Donor funding to the educational sector in Lebanon has always been available. Nevertheless, the poor management and lack of transparency and accountability have impeded any serious efforts to strengthen the sector.

Donors are partly responsible for not demanding greater transparency and not questioning MEHE’s continuous failure to deliver on its promises over the past 30 years. More than any time before, it is critical for the local and international community to apply pressure on Lebanese educational authorities to prepare and deliver a successful academic year for students in Lebanon; otherwise, children in Lebanon will lose a fourth year of their academic learning.

Forming an education pressure group that is active locally and internationally and pushes for structural reform at MEHE in terms of appointment of staff and strengthening transparency and accountability mechanisms is critical for saving the educational system in Lebanon and the schooling of over 1.5 million school-age children in Lebanon.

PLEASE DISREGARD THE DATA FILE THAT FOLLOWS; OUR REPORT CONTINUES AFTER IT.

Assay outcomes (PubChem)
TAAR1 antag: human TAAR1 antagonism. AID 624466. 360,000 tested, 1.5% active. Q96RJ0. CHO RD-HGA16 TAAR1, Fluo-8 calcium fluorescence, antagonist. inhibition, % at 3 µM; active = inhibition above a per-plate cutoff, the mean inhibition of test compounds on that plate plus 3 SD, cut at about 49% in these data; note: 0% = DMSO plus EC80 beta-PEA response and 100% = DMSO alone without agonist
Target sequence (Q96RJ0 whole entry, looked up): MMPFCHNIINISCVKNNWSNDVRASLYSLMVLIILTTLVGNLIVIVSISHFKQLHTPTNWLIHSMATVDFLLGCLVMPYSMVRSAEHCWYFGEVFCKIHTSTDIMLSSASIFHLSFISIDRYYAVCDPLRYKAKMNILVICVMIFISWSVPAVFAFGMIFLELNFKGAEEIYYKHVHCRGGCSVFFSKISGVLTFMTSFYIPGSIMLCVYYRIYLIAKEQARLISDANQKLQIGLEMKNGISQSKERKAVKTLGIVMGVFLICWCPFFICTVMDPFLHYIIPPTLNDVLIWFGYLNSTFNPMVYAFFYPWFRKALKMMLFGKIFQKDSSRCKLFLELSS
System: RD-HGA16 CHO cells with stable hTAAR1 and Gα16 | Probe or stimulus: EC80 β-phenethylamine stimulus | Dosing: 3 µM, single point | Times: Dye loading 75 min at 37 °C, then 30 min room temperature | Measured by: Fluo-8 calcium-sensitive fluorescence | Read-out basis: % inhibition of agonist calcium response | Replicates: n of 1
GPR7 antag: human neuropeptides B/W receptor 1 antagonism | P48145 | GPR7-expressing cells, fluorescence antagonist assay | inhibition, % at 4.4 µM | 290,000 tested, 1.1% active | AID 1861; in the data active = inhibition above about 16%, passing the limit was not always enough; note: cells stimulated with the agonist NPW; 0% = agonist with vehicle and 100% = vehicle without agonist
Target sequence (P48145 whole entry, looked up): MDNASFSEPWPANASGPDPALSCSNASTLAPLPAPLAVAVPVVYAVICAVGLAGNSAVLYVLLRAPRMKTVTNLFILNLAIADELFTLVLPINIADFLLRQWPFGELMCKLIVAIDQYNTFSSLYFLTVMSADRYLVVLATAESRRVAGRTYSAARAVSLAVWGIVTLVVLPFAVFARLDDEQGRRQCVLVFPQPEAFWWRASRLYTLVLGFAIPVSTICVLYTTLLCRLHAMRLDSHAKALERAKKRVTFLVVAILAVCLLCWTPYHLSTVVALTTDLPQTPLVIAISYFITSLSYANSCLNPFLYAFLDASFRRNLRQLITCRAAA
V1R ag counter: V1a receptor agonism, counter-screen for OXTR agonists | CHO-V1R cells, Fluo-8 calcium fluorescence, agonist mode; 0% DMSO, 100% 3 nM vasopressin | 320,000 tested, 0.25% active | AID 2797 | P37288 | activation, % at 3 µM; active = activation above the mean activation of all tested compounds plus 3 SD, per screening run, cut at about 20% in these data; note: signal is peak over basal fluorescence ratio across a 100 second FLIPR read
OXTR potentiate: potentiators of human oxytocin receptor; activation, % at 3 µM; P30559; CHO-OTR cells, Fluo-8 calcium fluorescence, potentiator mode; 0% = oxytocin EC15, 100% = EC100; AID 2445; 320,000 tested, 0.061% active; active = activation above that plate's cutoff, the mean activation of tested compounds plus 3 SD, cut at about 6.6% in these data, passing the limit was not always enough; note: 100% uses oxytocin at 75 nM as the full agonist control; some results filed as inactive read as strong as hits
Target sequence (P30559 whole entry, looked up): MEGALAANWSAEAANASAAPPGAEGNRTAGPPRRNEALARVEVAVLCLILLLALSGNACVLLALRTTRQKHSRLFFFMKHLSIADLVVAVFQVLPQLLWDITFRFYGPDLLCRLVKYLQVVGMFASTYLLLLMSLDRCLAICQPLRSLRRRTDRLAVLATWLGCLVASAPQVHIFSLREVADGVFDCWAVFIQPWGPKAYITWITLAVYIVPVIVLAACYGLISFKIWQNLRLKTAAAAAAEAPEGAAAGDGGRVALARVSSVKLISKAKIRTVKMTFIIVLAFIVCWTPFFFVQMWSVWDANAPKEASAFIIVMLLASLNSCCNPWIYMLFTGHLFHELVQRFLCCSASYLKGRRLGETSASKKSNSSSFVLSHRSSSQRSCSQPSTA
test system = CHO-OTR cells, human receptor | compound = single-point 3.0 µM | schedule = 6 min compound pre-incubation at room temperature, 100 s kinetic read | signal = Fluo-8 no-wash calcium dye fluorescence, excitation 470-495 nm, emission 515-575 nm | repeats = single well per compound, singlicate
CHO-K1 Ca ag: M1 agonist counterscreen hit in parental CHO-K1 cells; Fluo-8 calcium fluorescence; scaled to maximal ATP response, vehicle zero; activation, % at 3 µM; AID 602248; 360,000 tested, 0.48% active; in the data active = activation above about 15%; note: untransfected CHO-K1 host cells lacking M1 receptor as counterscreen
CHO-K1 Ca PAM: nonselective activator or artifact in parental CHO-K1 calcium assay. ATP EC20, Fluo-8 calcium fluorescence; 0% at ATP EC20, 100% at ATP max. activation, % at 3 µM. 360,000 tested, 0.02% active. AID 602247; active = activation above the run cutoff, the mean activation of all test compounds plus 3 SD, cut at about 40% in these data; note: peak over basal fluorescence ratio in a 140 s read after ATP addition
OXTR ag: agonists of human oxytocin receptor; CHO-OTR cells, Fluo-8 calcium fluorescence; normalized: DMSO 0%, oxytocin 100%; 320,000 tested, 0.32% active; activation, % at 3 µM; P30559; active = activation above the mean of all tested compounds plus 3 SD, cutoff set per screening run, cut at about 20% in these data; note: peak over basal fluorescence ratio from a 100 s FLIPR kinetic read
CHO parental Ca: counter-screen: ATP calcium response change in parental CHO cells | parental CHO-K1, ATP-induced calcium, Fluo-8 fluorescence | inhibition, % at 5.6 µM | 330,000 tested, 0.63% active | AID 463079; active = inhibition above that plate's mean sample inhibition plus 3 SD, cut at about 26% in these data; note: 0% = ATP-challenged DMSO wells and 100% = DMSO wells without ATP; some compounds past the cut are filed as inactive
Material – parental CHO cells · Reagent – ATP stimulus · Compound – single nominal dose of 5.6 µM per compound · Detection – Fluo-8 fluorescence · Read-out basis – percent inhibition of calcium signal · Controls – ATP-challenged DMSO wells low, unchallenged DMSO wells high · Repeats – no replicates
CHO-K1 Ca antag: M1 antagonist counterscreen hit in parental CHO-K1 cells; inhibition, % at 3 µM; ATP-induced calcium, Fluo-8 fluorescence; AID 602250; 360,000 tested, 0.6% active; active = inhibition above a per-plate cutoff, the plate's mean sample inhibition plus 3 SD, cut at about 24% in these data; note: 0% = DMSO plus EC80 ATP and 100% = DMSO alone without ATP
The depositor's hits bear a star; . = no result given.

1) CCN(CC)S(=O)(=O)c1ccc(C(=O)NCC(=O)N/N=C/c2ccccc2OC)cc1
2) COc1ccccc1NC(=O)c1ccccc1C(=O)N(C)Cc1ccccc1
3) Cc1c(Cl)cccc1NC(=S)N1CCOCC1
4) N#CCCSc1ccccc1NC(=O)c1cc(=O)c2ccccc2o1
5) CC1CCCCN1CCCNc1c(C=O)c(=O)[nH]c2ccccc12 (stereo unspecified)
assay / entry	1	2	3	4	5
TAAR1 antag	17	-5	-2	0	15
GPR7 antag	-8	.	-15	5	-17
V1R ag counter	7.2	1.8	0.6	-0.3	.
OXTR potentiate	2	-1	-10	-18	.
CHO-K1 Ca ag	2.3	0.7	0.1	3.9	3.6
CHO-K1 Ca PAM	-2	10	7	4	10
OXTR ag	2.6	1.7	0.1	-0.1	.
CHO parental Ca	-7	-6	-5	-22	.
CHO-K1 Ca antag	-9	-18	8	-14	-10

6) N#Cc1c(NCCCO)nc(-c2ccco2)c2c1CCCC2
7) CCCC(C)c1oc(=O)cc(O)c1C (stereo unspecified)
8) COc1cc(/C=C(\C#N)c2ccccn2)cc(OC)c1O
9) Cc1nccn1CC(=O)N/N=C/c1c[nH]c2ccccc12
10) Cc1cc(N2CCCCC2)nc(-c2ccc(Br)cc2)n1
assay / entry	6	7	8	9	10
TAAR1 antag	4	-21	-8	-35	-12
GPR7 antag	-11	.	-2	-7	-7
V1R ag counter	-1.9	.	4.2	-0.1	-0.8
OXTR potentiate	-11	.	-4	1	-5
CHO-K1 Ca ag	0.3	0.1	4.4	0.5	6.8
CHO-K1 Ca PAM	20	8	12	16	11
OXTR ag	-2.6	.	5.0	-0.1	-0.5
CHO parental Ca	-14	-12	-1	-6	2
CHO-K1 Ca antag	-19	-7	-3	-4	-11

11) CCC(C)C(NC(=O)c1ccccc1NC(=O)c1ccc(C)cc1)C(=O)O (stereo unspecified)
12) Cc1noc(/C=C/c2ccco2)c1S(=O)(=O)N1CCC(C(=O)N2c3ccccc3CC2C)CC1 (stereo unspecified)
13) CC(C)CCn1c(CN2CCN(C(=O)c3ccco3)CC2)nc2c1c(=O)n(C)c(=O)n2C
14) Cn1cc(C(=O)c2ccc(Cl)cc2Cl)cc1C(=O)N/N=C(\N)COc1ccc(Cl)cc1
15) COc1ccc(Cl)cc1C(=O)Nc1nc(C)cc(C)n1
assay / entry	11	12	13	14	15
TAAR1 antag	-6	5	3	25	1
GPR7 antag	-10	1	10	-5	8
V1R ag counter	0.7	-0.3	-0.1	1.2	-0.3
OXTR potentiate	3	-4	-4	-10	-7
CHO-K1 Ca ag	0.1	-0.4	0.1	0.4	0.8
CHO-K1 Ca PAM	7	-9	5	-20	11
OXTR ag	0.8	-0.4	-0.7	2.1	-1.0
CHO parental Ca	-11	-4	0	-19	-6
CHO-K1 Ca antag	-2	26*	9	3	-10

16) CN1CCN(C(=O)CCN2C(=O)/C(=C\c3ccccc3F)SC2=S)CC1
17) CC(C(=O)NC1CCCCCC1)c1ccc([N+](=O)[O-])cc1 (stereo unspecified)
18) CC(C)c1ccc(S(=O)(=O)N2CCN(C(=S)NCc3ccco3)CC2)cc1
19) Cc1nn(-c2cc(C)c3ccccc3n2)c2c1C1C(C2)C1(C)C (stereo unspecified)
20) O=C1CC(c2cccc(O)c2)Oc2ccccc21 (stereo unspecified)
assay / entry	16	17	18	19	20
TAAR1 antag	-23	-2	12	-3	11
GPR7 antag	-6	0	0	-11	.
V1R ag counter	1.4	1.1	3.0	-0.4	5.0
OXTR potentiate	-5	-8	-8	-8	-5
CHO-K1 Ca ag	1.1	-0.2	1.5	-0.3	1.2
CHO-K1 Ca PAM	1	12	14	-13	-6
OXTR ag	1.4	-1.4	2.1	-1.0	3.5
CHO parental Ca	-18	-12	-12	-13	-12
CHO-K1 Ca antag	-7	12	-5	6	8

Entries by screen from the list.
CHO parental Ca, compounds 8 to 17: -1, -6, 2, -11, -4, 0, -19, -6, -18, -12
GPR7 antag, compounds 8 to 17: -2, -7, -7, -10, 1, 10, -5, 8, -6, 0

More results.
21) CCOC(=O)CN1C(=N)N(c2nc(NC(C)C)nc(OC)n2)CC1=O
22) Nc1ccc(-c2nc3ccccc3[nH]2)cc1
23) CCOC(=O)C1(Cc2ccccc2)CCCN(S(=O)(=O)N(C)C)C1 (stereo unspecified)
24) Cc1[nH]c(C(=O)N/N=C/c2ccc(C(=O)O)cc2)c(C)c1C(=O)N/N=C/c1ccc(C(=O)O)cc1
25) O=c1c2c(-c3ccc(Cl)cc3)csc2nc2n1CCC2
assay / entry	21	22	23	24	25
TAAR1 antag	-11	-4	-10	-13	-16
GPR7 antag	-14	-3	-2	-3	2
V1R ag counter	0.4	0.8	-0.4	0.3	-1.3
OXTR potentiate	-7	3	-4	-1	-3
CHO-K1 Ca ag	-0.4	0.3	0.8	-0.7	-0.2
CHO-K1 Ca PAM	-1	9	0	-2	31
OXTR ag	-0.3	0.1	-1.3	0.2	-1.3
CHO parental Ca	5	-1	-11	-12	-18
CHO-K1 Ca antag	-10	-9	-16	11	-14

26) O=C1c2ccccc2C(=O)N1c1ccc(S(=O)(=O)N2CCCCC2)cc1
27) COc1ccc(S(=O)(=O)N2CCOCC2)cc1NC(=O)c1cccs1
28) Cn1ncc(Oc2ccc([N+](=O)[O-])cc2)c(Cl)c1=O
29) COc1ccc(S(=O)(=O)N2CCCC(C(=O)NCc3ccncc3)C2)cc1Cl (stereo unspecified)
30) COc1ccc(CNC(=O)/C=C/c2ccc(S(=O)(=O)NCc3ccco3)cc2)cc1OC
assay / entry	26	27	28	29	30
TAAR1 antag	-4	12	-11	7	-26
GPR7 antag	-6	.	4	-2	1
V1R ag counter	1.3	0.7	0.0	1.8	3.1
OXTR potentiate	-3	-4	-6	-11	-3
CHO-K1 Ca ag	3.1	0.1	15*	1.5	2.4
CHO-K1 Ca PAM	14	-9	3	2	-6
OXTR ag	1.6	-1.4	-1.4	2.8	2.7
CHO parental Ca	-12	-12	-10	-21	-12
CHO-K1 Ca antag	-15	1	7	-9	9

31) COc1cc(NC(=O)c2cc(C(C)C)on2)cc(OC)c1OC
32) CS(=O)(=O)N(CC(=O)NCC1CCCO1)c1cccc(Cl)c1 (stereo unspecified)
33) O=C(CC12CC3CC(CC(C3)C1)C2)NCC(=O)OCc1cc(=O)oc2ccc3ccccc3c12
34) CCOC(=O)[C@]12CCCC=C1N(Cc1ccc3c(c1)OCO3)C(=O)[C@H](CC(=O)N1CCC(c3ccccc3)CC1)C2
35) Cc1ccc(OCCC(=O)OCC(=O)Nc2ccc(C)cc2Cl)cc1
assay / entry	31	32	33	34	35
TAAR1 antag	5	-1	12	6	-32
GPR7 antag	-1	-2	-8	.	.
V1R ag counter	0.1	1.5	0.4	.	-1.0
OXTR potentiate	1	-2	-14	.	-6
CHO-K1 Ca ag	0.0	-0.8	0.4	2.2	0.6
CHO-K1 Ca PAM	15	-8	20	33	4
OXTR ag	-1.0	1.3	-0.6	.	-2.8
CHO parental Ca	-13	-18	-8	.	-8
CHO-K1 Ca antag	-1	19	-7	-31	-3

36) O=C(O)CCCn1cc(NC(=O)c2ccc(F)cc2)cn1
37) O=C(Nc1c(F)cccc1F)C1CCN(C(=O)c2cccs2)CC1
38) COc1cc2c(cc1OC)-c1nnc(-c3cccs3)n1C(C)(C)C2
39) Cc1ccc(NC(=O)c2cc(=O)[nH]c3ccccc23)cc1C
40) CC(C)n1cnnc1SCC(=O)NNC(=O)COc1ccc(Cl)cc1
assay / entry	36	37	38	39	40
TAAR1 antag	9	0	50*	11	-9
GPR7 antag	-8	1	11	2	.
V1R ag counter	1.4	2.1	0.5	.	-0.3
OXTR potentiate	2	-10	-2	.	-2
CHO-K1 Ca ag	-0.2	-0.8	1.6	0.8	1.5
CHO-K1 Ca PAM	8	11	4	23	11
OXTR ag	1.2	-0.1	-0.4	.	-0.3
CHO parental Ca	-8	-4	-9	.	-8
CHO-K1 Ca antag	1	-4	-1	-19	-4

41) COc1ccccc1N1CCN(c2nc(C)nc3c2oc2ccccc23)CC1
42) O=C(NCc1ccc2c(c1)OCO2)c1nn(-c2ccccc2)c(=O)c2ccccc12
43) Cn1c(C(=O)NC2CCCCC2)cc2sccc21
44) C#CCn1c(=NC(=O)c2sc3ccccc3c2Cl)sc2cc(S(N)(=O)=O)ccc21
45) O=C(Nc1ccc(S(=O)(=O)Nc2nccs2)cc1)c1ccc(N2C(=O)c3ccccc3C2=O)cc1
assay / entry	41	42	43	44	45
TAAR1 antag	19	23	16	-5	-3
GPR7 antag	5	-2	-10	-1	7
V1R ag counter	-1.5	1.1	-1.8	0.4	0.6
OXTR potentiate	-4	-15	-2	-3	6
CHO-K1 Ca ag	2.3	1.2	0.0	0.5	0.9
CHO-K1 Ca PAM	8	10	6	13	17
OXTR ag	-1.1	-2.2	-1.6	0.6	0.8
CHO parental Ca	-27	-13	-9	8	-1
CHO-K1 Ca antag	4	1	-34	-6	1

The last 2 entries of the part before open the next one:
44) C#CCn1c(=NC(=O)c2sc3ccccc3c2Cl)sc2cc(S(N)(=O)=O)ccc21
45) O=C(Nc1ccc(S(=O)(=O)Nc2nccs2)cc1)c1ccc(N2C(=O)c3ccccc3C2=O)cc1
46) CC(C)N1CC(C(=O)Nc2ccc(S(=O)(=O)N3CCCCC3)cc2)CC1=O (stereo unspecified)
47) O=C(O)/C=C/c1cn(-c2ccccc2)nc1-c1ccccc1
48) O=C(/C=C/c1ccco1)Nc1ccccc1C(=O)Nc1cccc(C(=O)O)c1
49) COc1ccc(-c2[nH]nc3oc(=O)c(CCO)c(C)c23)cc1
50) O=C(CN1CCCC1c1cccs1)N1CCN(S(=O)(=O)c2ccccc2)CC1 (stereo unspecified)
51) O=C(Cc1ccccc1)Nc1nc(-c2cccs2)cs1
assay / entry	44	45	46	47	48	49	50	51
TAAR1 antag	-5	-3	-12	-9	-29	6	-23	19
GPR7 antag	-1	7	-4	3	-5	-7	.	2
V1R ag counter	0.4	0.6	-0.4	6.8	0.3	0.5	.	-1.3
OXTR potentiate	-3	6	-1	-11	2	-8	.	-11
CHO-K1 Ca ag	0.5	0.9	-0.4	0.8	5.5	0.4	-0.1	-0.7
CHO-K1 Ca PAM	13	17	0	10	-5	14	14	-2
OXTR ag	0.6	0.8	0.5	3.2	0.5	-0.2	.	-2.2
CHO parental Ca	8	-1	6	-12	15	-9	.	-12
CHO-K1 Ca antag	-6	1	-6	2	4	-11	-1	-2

Structural recommendations

  1. Any new financial assistance to the Ministry of Education and Higher Education (MEHE) must require a new and transparent management mechanism.
  2. Any new funding to the MEHE, must require a clear structure for managing grants and project budgets, as well as providing financial audits for accountability and transparency, and issuing reports about achievements.
  3. Donors and other funding institutions including the United Nations must provide transparency and accountability mechanisms by producing public evaluation reports about their funded projects, recruitment mechanisms, spending and decision-making.
  4. Establish a participatory mechanism for designing policies, programmes, budgets, and grants in the absence of reports on the impact and results of these grants on the official sector.